Ten years ago, there was hope in Israel that through dialogue and negotiation, it might be possible to reach some sort of agreement with Arab leaders. Under the regime of George Bush, Iran’s two major enemies, Taliban ruled Afghanistan and Saddam Hussein ruled Iraq, were wiped out which strengthened the power of Iran in the region. Foreign Minister Tzipi Livni told the people of her nation that “we live in a neighborhood in which sometimes dialogue–in a situation where you have brought sanctions and you then shift to dialogue–is liable to be interpreted as weakness.” When asked if she would support Obama’s idea of discussions with Iran without preconditions, her response was, “the answer is no.”
Israel and Bush have taken the stance that any discussions with Iran is a sign of weakness. Ironically, during the 1970s, her party and leaders engaged in dialogue with Egypt which eventually ended Israel’s conflict with that nation. The current Israel refusal to discuss issues leads no place other than continued hostility and conflict. Barack Obama will undertake to assist Israel despite its own failed policies of silence. The world must engage in discussions with Iran– without preconditions. Silence only means death and destruction.
Posted in Barack Obama, Democrats, Human Rights, Islam, Israel, Judaism, Liberals, Muslims, Peace, Politics, Republicans, United States, US Foreign Policy, War, World News
Tagged Iran, Israel, Livni, Obama
The exist of Prime Minister Olmert will be accompanied by the entry of Foreign Minister Tzipi Livni who will soon become the new prime minister. The undecided question is whether Livni will work toward building bridges of peace with Palestinian leader Mahmoud Abbas. As a first step Livni met with Labor Party chairman Ehud Barak who is expected to play a key role in any coalition government that emerges provided Livni and he can put aside their personal conflicts with one another. Barak has been assured of a “full partnership” with Livni.
Creating a coalition government that is strong enough to withstand pressure from right wing groups which oppose meaningful compromises with Palestinian leaders is the greatest challenge confronting Livni. She is still attempting to cope with the apparent anger of Shaul Mofaz’s announcement that after losing the fight to become the party leader, he is leaving the political world.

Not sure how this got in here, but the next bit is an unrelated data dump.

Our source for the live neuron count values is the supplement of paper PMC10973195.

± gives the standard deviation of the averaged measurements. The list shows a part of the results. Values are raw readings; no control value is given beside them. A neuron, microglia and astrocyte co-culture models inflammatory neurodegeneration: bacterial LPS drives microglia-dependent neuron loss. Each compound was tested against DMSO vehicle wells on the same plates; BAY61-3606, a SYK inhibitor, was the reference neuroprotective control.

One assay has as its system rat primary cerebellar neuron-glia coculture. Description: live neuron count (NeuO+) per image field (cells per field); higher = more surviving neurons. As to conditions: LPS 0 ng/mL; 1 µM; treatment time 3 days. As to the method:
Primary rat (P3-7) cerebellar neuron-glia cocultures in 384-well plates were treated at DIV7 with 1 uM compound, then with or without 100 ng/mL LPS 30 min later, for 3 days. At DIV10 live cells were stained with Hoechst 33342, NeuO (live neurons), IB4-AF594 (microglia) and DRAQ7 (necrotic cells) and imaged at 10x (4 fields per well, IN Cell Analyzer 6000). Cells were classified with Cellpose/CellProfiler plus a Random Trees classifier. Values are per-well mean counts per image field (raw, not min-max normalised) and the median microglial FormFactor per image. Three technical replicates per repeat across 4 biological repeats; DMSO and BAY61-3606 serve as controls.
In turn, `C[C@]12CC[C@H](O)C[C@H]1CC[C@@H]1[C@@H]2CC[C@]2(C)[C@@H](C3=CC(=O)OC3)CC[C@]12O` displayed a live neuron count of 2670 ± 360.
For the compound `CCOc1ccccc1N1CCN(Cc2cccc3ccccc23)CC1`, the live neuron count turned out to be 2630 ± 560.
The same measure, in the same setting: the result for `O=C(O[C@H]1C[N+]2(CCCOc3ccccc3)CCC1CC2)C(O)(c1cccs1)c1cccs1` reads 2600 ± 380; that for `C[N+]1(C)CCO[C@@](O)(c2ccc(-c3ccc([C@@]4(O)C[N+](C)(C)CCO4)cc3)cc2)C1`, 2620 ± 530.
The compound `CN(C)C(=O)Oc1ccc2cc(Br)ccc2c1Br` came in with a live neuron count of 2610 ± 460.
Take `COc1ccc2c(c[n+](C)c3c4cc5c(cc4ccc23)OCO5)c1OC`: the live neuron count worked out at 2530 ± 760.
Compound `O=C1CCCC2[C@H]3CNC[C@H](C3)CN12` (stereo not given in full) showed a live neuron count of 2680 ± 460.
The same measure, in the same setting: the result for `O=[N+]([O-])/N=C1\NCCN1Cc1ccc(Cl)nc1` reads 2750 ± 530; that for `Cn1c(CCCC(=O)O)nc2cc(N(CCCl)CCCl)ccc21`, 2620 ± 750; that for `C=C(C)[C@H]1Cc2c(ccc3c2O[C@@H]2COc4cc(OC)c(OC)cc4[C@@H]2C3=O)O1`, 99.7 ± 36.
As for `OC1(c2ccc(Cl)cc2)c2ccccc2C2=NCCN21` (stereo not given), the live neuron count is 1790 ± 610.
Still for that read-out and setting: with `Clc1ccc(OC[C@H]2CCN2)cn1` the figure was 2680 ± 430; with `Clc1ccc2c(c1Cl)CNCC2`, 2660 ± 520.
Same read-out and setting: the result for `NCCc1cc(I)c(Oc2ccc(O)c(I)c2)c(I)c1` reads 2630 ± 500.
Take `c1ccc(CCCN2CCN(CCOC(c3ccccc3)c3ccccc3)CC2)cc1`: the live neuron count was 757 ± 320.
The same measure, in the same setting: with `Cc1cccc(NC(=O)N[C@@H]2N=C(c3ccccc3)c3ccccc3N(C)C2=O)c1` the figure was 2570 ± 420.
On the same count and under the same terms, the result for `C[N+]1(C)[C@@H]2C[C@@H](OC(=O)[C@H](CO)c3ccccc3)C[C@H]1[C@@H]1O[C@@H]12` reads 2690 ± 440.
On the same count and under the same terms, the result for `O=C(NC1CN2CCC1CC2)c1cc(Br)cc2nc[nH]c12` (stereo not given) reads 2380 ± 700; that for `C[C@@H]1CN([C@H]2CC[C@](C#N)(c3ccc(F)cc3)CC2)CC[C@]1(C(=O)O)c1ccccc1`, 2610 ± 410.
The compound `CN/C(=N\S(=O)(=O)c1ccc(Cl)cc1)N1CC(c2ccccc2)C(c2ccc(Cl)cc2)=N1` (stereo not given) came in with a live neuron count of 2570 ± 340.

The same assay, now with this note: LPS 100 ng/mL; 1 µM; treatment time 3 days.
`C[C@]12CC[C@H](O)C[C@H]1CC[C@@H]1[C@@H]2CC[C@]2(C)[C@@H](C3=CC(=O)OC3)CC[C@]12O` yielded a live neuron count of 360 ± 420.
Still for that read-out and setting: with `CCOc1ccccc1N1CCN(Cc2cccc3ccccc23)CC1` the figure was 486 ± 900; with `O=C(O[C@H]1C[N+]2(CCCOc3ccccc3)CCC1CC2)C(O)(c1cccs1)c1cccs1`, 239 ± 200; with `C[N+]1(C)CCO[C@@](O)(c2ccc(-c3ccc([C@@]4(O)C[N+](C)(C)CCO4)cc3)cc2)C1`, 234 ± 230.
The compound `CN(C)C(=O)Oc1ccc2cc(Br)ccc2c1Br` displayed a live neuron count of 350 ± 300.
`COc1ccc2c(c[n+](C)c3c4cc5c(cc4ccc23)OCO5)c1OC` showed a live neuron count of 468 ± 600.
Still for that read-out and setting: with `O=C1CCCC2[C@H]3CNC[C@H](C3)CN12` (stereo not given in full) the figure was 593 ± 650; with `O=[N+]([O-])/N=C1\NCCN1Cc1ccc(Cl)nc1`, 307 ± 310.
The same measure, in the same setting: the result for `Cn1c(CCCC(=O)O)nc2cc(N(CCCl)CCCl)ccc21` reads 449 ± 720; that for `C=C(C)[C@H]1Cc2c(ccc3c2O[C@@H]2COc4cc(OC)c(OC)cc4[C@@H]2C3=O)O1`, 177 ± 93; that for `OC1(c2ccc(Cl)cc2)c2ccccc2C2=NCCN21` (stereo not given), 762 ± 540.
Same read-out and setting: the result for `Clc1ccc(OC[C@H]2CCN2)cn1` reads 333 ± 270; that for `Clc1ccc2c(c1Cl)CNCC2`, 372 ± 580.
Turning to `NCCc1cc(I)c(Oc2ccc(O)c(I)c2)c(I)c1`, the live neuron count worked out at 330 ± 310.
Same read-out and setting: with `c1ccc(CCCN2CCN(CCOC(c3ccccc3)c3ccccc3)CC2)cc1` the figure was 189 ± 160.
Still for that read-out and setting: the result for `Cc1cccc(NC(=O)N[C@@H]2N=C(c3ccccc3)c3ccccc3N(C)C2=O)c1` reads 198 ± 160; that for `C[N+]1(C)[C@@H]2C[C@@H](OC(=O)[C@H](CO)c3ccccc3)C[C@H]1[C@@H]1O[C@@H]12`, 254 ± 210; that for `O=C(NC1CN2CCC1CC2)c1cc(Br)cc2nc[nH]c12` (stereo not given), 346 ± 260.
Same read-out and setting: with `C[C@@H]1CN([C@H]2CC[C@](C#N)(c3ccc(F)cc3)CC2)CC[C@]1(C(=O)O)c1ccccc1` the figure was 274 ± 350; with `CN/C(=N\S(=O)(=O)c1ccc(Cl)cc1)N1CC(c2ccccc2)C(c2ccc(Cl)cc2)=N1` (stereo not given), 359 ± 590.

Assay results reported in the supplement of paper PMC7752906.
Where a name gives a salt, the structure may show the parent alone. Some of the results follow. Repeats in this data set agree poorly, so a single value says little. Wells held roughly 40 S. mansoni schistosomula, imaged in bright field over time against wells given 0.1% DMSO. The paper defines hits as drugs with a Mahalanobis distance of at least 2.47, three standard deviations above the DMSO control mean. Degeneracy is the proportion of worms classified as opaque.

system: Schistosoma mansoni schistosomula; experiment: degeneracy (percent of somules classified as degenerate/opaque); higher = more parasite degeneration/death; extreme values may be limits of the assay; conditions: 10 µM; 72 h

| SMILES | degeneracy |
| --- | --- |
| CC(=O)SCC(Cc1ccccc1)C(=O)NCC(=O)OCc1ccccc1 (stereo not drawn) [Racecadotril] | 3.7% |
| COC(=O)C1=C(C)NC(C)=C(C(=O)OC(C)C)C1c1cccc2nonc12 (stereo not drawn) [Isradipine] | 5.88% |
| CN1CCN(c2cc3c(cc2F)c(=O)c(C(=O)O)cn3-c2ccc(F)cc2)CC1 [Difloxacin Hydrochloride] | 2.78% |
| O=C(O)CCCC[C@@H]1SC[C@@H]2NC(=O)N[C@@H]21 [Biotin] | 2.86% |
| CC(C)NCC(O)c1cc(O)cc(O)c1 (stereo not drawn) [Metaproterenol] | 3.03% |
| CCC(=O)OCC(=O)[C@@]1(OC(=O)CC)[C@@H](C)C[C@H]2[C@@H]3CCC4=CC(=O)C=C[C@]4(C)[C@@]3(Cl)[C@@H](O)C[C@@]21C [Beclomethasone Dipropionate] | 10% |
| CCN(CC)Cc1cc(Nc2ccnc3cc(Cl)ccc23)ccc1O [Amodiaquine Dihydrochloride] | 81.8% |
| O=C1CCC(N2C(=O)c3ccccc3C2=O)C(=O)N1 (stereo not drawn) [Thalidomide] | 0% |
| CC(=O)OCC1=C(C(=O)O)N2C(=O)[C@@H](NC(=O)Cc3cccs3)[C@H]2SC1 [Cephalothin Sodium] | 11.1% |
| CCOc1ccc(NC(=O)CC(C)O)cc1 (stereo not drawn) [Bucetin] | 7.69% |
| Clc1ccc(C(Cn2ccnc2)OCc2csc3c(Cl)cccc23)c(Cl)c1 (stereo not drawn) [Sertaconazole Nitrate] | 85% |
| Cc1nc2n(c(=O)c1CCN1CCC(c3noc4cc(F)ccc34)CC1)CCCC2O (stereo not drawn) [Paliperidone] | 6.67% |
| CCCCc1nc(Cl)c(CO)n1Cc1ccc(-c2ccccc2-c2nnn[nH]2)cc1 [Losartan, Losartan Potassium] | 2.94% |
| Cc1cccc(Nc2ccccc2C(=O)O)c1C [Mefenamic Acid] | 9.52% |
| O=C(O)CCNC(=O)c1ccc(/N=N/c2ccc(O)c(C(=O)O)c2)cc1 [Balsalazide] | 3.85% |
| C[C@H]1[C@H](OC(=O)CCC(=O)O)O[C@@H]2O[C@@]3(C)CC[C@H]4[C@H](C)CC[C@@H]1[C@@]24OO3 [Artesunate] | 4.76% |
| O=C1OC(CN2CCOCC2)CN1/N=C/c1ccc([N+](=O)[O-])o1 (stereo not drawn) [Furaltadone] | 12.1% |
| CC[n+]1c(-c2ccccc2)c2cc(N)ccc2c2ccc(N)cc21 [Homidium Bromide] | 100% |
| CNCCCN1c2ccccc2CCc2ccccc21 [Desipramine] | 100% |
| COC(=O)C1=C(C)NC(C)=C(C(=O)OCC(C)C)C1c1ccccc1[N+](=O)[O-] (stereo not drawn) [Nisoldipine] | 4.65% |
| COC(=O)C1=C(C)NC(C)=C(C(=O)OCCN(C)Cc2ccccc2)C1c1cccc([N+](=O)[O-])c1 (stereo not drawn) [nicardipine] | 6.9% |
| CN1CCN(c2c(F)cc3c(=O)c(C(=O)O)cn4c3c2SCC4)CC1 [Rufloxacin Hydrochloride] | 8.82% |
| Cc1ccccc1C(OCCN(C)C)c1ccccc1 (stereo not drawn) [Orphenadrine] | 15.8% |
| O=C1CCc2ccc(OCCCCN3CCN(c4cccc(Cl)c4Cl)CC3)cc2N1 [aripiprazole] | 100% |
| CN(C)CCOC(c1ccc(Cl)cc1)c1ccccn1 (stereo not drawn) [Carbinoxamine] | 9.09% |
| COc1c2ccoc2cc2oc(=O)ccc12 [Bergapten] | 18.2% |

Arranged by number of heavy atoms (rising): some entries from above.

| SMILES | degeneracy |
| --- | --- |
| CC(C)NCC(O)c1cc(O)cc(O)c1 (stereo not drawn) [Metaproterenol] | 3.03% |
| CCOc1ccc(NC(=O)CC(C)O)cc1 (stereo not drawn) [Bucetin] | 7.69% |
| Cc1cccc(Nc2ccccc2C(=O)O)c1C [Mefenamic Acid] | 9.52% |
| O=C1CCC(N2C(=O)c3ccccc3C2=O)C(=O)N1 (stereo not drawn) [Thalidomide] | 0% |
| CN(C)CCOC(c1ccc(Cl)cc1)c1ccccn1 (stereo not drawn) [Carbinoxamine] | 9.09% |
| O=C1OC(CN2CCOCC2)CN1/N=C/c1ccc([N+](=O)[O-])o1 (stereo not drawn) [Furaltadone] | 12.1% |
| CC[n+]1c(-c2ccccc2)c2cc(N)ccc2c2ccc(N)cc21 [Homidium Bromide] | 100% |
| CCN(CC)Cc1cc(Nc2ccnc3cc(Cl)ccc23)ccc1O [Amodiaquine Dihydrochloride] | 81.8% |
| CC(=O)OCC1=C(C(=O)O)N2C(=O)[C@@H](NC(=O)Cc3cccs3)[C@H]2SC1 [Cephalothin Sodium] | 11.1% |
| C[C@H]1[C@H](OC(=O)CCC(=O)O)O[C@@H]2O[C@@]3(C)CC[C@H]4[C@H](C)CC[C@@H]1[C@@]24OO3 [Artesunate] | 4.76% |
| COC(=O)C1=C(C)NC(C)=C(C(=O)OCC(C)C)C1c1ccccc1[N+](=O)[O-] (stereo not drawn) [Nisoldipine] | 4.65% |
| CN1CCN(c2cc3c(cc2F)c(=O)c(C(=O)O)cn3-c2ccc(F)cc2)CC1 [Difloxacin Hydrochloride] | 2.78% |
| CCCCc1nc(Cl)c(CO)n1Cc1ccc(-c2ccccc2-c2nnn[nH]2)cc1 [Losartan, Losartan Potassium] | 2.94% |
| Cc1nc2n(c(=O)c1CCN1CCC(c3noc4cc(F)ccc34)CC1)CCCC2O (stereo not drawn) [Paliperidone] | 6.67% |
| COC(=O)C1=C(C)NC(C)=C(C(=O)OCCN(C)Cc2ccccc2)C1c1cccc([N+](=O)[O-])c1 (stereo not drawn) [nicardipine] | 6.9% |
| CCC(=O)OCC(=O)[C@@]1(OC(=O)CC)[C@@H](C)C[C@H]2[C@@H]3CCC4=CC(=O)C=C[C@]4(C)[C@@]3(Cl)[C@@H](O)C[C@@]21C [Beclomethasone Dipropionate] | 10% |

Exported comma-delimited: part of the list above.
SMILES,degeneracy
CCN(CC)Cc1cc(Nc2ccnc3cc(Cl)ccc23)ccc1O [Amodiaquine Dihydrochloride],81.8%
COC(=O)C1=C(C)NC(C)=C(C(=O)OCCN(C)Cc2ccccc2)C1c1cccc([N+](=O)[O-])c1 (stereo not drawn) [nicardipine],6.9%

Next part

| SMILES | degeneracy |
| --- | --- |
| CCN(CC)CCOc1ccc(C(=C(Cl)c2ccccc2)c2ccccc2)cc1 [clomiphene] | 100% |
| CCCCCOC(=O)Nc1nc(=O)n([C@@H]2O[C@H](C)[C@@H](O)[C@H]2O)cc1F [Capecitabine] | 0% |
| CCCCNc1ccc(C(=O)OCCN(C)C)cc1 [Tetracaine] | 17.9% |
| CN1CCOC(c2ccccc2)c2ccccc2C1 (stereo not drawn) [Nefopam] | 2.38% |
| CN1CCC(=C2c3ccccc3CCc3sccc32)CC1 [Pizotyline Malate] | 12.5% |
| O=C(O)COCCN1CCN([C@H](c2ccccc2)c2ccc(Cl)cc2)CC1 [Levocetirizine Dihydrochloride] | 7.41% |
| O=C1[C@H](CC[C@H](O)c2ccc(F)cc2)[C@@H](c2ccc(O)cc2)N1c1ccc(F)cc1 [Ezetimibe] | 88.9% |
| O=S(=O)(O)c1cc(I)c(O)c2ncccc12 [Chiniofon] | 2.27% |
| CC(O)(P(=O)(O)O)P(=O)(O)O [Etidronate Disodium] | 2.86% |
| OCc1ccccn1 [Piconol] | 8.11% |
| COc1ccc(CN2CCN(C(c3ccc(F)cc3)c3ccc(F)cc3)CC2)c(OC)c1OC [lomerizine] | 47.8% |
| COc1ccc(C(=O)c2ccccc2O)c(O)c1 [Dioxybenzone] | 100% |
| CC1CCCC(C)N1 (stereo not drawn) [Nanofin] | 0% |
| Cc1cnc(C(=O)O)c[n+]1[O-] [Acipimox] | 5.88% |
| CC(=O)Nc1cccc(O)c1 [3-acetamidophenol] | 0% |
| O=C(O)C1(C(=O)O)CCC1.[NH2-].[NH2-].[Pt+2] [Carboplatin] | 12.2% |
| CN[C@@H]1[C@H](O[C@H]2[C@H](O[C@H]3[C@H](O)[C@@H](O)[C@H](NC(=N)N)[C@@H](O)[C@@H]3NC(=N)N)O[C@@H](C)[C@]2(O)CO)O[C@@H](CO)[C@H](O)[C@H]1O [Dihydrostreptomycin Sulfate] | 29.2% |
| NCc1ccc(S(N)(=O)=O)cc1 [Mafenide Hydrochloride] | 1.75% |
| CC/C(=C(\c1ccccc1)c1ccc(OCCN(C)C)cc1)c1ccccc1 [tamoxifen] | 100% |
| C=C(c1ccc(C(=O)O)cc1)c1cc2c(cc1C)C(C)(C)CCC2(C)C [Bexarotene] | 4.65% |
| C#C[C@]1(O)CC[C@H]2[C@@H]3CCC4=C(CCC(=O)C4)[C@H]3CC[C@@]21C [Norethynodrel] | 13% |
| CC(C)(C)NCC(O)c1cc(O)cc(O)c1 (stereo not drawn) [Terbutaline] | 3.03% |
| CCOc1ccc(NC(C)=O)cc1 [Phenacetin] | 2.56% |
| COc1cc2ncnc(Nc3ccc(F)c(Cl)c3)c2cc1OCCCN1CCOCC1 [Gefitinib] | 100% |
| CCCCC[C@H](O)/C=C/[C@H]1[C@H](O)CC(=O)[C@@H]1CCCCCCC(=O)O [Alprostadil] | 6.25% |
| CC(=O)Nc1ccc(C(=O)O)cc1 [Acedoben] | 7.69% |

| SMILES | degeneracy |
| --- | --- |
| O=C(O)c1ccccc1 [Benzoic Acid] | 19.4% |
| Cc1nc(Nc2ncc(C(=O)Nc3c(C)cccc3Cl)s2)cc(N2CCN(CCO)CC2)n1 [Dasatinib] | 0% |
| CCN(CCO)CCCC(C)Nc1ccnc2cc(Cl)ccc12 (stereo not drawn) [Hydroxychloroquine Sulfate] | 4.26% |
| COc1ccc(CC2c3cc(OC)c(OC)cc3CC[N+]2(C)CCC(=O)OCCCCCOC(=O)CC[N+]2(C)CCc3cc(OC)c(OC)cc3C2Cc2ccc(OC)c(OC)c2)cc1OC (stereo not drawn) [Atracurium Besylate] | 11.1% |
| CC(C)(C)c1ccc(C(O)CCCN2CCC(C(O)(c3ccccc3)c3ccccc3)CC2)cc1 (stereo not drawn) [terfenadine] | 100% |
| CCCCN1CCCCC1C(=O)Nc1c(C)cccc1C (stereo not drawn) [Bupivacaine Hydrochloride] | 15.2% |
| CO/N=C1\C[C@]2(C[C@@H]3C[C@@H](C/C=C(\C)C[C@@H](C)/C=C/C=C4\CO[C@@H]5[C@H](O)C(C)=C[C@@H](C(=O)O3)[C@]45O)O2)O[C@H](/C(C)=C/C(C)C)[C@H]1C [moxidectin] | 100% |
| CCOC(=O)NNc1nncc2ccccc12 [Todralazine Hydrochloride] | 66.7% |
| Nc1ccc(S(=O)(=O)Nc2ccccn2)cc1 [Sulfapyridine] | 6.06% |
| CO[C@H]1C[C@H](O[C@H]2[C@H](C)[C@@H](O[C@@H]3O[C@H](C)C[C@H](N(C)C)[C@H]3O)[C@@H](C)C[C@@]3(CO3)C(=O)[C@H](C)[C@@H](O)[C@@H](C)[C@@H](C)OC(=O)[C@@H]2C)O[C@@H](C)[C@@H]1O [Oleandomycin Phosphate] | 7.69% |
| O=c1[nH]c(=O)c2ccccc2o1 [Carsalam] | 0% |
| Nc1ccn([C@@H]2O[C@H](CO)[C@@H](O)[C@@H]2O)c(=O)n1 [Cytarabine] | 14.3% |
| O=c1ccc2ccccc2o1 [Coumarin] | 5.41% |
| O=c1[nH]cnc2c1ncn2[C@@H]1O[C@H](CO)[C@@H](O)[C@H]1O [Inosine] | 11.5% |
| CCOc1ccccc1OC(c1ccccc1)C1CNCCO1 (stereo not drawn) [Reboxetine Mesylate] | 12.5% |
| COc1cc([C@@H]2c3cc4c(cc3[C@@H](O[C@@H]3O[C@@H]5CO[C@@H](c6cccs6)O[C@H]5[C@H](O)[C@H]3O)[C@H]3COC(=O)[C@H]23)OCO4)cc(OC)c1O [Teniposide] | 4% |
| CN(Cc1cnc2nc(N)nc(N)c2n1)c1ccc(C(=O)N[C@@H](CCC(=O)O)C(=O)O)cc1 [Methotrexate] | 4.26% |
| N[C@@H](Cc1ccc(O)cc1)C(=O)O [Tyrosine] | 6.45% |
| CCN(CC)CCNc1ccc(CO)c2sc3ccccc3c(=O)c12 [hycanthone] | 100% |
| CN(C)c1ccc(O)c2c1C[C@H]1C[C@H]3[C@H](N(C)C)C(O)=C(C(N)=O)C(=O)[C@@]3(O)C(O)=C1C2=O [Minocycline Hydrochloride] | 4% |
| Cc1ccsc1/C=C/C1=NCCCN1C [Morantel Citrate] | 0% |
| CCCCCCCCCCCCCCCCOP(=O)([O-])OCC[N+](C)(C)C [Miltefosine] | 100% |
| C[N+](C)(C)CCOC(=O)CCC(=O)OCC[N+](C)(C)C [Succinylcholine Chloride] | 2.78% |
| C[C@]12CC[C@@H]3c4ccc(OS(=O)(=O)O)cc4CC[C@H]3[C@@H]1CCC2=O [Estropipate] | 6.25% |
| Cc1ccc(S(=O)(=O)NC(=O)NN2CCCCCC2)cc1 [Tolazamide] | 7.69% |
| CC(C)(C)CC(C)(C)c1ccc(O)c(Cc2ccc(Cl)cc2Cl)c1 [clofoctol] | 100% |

Israel’s Foreign Minister Tzipi Livini won a closely fought battle as to who would represent the ruling Kadima party and become the new prime minister. Her opponent, Shaul Mofaz, has agreed not to contest contest and he also made clear there was no intention on his part to seek an important position in her Cabinet. He will seek to find other ways to contribute to the success of his nation. However, the pivotal ultra-Orthodox Shas party intended to make strong demands to have its agenda part of the new government. Livni made clear during her campaign to become the Kadima leader that she was not prepared to pay “any price” to form a coalition government and might resort to holding new elections.
Livni has been working with Prime Minister Olmert in seeking to build bridges to Palestinian leader President Abbas in order to secure an agreement with Palestinians. An ominous message to Livni came from right wing Likud leader Benjamin Netanyahu who urged a new general election which he hopes will provide him an opportunity to gain sufficient numbers in order to organize a new coalition.
Foreign Minister Tzipi Livni, rumored to be the next prime minister, told reporters her nation needs a unity government to avoid problems that eventually could result in a 3rd Intifada. If she does become the new prime minister creating a government including all parties would be among her goals. “I believe that what we called in the past left and right is something that belongs in the past.” However, she was equally insistent international pressure could be dangerous and result in the emergence of a 3rd Intifada. Lvni believes Palestinian Authority leaders and those from Israel must resolve differences and create a two nation reality in the region.
She compared the current situation to 2000 when President Clinton tried to broker a peace agreement before he left office. Now President Bush is attempting to do the same thing and Livni fears placing tight deadlines to achieve peace will invariably result in more problems.
Unfortunately, Foreign Minister Livni, has yet to address key issue such as West Bank settlements and the desire of Palestinians for east Jerusalem as their capital. At some point, Israel leaders must confront the realities of peace.
Posted in Human Rights, Islam, Israel, Judaism, Muslims, Peace, Politics, US Foreign Policy, War, World News
Tagged Israel, Livni, Palestine, US pressure